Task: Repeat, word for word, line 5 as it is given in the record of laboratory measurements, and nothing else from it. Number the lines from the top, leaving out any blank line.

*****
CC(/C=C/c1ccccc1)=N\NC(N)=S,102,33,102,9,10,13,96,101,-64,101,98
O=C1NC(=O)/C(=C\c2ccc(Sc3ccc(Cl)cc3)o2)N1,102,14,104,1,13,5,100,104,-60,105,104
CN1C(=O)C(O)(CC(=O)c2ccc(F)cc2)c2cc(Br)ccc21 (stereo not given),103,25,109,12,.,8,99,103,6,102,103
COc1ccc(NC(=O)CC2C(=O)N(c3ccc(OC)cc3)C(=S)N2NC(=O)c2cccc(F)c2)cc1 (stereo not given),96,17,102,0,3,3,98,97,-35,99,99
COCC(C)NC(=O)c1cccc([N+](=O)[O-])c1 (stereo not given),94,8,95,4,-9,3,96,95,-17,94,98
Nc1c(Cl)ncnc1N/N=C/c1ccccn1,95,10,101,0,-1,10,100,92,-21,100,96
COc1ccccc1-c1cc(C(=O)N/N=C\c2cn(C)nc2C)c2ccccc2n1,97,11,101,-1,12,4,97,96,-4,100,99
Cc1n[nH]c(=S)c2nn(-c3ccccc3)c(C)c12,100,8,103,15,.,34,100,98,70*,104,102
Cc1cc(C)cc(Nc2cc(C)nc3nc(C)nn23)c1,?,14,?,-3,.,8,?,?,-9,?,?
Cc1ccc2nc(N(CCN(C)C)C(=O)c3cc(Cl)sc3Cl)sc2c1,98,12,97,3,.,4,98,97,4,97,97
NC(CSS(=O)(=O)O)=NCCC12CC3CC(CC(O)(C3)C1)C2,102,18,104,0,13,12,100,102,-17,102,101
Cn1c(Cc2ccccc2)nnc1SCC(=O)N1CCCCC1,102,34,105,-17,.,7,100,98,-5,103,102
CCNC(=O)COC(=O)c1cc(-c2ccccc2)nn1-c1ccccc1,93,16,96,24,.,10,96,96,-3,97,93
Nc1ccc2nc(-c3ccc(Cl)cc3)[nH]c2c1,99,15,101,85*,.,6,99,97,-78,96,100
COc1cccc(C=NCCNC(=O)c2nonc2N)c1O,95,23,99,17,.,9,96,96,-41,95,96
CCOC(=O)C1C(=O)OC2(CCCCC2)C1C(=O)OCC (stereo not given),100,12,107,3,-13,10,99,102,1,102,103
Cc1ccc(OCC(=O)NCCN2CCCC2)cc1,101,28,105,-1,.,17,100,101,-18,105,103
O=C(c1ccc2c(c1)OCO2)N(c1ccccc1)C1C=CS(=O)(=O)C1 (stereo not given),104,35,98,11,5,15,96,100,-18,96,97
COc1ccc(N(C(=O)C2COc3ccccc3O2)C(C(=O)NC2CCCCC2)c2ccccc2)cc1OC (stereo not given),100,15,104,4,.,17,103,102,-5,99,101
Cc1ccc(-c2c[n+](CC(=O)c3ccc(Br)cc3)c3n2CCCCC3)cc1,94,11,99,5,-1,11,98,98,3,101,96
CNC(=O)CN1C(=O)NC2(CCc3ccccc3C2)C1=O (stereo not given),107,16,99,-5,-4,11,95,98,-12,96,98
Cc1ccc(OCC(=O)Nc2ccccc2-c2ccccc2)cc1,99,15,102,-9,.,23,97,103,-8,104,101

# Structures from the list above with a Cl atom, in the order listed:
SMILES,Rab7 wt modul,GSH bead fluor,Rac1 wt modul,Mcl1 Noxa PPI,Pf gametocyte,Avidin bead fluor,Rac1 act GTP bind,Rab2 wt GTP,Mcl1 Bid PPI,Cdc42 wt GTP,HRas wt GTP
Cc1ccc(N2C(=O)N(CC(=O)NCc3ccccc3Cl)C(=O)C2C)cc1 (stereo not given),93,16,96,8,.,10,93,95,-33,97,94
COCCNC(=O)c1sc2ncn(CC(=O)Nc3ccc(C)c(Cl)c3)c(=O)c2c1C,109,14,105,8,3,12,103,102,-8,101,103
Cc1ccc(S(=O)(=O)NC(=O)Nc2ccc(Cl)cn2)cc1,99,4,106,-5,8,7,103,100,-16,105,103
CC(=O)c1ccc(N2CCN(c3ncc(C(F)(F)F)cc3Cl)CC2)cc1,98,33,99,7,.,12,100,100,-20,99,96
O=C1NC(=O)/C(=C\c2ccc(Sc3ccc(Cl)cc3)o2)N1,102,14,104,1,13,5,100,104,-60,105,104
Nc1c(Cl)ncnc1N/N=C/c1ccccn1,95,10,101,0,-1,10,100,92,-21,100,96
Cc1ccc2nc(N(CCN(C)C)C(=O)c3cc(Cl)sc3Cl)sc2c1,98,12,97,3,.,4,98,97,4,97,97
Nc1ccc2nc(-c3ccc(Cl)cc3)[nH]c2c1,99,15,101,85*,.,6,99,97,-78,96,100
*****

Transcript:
COCC(C)NC(=O)c1cccc([N+](=O)[O-])c1 (stereo not given),94,8,95,4,-9,3,96,95,-17,94,98